Buttigieg has become the flavor of the month among Democratic candidates and recently made a big move in the polls, bypassing the other candidates except for Kamala Harris, all of whom remain in the single digits, trailing Biden and Sanders, who both get well over 20 percent. Buttigieg has benefited from a friendly shout-out from former President Obama, which came up in a highly favorable interview by New Yorker Editor David Remnick. Like Sanders, Buttigieg makes the case that he understands neglected Midwesterners who voted for Trump. And he appeals to young people as a member of a generation that sees climate change and economic inequality as major issues that they will have to deal with when the older generations are gone.
The barrage of attacks on Sanders do not point to any one conclusion. Instead, they center on that vague, eye-of-the-beholder issue of "electability."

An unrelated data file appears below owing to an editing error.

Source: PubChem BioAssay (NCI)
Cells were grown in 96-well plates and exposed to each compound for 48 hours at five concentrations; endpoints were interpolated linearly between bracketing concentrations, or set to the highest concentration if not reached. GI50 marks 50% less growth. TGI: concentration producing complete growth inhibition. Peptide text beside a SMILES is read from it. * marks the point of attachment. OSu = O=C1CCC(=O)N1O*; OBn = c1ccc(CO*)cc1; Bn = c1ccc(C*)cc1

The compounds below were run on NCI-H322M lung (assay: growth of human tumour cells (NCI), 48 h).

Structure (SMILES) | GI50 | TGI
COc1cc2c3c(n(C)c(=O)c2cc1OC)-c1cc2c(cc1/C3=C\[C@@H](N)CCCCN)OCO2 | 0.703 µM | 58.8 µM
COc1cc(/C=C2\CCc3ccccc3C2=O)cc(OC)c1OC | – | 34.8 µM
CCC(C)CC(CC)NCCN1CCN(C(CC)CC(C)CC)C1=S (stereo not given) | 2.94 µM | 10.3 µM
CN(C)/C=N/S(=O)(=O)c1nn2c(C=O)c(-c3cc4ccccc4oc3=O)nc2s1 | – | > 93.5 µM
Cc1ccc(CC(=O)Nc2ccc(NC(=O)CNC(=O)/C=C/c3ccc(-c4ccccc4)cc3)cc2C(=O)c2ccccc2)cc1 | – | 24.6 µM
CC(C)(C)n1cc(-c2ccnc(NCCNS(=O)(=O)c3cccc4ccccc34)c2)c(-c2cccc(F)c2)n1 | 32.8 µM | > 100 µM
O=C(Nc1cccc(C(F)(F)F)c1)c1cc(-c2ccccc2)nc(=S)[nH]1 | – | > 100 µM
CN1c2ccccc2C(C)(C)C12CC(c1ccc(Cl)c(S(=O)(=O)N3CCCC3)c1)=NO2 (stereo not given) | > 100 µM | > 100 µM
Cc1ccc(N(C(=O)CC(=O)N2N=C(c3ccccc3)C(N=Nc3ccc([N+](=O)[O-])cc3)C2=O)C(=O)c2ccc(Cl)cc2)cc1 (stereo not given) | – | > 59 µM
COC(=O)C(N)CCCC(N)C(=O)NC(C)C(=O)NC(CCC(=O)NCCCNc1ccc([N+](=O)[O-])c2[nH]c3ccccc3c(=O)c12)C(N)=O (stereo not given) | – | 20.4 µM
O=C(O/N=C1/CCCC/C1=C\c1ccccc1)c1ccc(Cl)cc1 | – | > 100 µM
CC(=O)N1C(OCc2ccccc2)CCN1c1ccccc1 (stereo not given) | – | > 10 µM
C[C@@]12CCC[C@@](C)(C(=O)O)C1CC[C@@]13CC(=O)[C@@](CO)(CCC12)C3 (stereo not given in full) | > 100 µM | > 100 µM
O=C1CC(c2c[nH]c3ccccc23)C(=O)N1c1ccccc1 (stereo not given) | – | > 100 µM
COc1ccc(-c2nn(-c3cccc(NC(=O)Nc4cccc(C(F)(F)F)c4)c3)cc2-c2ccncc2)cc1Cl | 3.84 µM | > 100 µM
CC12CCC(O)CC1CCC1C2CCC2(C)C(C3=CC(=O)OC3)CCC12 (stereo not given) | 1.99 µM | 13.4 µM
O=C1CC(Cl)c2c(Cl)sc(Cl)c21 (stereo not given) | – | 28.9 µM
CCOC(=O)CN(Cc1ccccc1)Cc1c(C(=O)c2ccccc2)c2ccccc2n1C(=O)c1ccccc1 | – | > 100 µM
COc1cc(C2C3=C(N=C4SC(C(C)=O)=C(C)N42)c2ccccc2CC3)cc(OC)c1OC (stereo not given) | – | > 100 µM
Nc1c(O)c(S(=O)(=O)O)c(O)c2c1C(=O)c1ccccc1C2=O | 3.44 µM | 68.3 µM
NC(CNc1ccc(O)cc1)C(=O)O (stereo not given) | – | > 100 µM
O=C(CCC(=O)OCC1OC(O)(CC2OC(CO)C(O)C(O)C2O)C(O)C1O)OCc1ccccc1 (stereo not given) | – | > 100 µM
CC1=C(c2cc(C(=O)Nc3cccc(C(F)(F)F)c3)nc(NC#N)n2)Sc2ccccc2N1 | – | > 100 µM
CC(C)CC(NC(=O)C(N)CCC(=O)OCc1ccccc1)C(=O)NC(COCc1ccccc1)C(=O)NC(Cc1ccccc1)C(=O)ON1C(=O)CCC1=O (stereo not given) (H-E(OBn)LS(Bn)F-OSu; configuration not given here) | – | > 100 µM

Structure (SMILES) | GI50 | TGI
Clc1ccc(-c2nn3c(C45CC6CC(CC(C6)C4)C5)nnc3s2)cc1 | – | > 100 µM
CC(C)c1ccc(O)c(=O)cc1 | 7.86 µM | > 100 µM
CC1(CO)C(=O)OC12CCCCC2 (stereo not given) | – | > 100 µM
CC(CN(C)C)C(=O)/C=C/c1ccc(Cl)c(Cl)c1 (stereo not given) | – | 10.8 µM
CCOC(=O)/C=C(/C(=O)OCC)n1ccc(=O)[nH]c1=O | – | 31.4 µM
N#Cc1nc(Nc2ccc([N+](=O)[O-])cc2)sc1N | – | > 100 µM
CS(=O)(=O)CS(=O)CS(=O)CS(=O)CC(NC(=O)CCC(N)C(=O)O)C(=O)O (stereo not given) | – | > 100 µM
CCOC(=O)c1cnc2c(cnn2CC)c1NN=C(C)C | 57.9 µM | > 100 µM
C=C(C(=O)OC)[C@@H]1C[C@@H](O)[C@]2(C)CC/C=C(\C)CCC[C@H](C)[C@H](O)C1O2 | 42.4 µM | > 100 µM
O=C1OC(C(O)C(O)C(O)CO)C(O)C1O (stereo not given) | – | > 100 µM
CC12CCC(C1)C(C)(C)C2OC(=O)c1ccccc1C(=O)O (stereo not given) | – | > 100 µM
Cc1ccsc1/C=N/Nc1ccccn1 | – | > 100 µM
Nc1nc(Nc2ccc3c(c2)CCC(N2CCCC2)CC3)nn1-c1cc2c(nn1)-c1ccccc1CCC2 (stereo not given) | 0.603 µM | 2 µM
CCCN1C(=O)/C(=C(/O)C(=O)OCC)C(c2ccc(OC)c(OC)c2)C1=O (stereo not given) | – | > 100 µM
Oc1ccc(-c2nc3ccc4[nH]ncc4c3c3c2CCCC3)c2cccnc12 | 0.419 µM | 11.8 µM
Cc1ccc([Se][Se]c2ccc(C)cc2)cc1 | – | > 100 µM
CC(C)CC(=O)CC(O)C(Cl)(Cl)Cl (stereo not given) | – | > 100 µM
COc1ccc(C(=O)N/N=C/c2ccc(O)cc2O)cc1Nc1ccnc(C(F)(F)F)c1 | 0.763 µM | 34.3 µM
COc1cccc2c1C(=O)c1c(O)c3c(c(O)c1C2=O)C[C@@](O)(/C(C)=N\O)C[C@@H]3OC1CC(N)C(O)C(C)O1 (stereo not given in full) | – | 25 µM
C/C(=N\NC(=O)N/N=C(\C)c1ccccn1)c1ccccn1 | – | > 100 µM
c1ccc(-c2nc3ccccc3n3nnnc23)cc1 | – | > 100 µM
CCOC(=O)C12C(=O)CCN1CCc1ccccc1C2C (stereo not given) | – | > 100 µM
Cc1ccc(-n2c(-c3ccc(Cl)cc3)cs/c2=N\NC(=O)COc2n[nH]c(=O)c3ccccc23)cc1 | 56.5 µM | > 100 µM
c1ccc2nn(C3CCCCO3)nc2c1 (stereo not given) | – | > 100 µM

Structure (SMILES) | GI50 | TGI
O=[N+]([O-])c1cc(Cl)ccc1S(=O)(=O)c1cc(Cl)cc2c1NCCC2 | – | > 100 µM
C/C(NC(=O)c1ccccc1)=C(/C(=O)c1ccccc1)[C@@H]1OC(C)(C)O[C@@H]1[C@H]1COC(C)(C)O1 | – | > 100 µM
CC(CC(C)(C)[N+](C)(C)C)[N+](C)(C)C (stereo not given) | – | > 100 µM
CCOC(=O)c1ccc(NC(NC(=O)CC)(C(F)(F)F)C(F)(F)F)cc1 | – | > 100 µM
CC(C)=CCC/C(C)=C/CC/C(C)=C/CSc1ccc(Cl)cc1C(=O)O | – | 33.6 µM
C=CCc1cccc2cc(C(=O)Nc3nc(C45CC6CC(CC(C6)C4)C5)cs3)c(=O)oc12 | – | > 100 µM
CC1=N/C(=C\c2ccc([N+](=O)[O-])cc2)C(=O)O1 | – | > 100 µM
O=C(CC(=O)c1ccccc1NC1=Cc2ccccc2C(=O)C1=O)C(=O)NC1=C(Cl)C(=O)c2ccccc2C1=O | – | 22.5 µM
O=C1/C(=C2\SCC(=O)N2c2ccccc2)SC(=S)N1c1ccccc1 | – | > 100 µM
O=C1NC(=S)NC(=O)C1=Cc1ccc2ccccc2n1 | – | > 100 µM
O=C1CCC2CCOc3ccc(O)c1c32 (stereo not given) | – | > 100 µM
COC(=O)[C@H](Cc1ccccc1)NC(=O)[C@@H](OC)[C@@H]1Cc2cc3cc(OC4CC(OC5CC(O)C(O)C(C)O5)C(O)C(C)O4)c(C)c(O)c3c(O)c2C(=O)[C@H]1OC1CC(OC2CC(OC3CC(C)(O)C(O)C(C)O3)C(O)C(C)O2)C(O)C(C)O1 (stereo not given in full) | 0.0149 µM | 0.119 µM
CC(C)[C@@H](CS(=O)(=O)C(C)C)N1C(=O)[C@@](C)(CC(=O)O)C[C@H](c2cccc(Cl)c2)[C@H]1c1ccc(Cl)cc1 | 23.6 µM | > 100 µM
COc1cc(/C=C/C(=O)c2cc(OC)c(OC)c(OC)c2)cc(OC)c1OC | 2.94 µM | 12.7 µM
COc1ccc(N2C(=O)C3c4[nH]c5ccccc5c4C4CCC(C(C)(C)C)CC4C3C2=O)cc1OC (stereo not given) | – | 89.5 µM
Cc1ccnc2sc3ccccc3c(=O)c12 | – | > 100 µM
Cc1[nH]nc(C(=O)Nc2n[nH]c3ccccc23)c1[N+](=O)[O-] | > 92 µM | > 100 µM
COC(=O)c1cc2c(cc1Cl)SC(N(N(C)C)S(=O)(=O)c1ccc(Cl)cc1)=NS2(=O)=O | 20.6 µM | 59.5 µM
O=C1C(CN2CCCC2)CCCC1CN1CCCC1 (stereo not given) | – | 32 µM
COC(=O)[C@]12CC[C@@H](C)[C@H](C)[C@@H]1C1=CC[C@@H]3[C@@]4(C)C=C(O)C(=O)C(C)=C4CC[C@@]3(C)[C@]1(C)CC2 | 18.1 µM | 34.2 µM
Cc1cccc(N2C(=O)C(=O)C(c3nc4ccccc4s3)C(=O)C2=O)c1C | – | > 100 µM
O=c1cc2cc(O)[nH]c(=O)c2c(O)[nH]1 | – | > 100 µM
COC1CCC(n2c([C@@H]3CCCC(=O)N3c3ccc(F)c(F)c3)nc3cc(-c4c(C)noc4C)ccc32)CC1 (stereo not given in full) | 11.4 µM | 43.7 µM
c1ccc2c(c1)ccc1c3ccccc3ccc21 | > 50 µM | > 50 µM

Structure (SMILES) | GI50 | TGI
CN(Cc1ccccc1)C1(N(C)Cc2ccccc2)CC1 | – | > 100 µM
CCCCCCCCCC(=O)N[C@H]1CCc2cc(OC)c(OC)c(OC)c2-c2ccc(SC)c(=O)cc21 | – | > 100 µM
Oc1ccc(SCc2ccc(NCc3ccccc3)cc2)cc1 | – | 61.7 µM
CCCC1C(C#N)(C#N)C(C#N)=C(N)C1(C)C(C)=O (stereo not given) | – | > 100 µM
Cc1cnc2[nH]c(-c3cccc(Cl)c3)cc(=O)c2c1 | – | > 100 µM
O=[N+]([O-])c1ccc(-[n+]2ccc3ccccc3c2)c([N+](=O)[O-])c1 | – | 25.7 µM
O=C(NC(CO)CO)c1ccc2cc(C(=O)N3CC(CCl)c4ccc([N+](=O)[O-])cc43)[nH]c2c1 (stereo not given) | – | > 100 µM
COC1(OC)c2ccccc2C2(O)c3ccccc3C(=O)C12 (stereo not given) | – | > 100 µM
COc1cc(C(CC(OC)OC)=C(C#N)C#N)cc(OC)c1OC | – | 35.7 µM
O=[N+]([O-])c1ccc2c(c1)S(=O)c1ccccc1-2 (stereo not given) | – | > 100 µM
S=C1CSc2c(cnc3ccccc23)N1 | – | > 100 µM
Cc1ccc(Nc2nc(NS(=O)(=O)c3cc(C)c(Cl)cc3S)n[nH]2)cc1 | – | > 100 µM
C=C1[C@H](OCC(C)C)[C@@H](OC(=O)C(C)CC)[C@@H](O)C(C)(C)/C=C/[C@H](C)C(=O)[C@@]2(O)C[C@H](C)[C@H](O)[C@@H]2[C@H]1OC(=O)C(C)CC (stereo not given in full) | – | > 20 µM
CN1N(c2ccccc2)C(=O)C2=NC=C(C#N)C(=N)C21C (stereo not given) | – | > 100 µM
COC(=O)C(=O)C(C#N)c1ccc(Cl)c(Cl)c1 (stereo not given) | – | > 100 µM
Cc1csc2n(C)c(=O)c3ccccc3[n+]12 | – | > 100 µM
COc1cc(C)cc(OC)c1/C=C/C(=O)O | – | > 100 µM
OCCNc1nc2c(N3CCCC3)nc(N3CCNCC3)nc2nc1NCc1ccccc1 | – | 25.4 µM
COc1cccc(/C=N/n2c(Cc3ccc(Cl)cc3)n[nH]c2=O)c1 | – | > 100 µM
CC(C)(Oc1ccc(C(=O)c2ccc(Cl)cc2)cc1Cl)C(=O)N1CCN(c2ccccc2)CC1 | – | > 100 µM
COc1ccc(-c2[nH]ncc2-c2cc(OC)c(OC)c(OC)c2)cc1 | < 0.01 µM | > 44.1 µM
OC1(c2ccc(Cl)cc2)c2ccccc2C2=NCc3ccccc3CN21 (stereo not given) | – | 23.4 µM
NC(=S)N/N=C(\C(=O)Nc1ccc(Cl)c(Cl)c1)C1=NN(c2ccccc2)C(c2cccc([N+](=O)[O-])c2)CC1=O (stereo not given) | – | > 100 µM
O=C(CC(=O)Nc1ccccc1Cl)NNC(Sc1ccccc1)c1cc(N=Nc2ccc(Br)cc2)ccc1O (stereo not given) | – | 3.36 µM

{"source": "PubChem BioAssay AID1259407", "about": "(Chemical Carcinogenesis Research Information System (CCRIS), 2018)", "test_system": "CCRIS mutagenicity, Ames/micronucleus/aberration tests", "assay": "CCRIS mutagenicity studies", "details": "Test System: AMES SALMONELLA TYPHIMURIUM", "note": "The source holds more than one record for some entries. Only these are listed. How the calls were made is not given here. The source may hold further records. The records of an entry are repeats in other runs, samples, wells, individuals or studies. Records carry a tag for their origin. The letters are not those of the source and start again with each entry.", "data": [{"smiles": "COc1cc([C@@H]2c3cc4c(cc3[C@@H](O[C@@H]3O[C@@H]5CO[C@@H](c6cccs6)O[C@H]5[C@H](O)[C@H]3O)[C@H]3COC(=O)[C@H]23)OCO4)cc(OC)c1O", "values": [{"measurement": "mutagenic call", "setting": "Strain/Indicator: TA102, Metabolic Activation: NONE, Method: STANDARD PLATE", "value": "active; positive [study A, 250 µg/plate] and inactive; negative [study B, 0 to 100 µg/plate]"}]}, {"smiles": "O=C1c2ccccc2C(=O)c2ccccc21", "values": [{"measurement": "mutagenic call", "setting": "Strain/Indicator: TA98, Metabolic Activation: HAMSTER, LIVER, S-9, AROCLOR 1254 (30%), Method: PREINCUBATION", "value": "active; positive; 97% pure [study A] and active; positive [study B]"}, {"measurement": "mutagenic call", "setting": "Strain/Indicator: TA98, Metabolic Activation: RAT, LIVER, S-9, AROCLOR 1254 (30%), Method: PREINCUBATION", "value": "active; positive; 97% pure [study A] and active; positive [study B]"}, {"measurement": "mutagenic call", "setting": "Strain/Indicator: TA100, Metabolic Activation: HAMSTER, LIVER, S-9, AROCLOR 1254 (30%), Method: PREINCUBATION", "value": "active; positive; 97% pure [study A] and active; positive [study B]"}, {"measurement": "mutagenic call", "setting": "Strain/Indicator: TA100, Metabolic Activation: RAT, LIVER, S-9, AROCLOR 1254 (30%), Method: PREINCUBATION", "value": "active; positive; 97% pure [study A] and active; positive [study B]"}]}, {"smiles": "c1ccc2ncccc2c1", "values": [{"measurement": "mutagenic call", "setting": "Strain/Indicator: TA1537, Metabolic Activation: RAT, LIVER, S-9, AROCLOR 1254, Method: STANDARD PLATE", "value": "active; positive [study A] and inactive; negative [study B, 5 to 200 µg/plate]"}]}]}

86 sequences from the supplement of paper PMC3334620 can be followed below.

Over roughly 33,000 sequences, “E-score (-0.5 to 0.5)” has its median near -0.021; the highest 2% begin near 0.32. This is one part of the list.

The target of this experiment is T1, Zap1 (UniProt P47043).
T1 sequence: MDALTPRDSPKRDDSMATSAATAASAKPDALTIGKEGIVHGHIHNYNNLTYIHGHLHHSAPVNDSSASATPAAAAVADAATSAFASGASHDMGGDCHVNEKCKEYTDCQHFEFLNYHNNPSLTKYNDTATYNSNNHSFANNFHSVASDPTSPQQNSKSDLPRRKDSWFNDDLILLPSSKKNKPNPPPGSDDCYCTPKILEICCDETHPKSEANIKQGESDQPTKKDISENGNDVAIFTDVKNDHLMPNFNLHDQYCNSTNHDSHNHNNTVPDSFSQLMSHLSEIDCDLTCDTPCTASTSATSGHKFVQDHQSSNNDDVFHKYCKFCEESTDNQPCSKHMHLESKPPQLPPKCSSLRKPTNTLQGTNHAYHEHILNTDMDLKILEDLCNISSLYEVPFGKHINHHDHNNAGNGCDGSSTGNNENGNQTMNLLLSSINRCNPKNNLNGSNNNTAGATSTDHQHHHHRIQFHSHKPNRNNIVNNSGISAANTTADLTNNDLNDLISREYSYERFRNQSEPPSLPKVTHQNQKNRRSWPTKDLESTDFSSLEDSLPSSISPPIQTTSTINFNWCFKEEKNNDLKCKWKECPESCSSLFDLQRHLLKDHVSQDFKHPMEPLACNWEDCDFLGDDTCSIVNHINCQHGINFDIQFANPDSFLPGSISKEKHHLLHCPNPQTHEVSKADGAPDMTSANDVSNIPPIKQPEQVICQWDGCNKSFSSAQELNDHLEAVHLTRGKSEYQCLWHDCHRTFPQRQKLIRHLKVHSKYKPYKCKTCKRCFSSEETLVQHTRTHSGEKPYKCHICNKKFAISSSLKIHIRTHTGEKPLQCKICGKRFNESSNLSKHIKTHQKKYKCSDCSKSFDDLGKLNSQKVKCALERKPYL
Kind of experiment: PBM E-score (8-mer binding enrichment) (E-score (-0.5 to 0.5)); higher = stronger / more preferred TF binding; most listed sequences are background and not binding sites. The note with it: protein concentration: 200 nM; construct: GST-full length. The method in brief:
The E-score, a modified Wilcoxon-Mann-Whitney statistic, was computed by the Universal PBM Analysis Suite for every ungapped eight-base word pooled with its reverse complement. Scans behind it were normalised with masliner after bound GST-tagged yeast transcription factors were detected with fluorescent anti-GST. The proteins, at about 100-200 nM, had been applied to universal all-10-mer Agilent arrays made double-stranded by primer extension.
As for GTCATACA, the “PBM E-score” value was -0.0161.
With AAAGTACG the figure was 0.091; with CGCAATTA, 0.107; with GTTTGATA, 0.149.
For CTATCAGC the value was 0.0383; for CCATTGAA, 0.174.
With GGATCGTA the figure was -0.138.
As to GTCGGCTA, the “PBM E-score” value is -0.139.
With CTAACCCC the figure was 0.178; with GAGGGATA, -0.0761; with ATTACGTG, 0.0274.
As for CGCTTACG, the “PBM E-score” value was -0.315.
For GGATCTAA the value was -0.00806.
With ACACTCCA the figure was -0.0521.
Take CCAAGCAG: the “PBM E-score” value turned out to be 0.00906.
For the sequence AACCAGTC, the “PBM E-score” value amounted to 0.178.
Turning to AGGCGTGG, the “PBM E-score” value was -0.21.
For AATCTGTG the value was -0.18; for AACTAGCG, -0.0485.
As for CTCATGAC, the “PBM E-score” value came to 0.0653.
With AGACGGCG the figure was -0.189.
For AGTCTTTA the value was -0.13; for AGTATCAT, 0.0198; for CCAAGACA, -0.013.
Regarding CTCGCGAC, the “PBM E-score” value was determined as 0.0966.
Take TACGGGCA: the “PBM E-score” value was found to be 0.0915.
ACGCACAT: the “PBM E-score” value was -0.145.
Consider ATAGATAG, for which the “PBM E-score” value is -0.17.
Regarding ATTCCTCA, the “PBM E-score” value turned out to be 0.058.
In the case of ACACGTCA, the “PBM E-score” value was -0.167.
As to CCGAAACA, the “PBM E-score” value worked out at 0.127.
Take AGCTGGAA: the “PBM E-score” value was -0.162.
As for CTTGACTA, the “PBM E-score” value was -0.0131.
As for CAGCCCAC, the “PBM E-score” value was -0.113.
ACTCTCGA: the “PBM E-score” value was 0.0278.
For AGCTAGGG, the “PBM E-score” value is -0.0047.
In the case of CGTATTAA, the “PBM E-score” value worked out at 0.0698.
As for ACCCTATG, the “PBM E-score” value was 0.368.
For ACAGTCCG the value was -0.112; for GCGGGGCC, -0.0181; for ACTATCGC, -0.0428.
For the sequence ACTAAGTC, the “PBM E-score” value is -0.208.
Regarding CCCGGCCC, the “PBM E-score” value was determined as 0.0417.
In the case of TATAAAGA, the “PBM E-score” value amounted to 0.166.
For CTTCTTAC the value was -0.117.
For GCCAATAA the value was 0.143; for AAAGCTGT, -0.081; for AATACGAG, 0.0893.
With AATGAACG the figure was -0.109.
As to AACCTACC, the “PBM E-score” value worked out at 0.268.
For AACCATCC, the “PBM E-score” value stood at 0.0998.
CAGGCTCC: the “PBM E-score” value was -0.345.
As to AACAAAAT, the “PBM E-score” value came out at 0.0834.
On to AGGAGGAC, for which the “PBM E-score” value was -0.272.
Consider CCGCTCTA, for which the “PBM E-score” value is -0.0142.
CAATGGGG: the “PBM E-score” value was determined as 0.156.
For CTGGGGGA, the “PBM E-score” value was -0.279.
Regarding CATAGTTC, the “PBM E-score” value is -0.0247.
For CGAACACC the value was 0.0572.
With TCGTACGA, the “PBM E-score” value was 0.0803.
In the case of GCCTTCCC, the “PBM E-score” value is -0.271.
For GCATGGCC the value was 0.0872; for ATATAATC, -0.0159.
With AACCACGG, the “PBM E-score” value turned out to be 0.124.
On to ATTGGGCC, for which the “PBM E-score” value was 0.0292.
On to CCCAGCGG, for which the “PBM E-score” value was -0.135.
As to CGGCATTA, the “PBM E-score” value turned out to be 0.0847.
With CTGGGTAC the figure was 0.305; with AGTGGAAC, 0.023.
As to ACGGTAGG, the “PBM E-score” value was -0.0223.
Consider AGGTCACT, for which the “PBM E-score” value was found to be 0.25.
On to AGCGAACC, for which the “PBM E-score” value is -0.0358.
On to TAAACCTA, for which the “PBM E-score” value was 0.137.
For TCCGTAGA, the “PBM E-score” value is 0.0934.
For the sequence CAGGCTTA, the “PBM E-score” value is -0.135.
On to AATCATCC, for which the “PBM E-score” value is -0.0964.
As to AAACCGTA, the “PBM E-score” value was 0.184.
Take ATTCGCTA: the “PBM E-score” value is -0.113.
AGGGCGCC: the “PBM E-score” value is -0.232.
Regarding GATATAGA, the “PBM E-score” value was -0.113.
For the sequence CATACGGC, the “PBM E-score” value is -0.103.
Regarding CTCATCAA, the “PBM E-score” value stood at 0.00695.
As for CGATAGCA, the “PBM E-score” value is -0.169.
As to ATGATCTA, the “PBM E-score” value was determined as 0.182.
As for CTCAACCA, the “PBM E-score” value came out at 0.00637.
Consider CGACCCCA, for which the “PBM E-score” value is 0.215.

But Buttigieg is also a Harvard-educated former McKinsey consultant who is good friends with Facebook founder Mark Zuckerberg and looks a lot like a convenient establishment answer to Bernie Sanders. (After Buttigieg's fact-free town-hall appearance on CNN, Trevor Noah joked about the candidate's "male privilege," since, unlike all the female candidates who have to prove that they've done their homework and offer detailed policy positions, he could just wing it.)
So far, no Democratic rising star has come close to overcoming Bernie Sanders's big base of support. As of the most recent FEC report, Sanders had raised the most money, and had by far the largest number of small-dollar donors.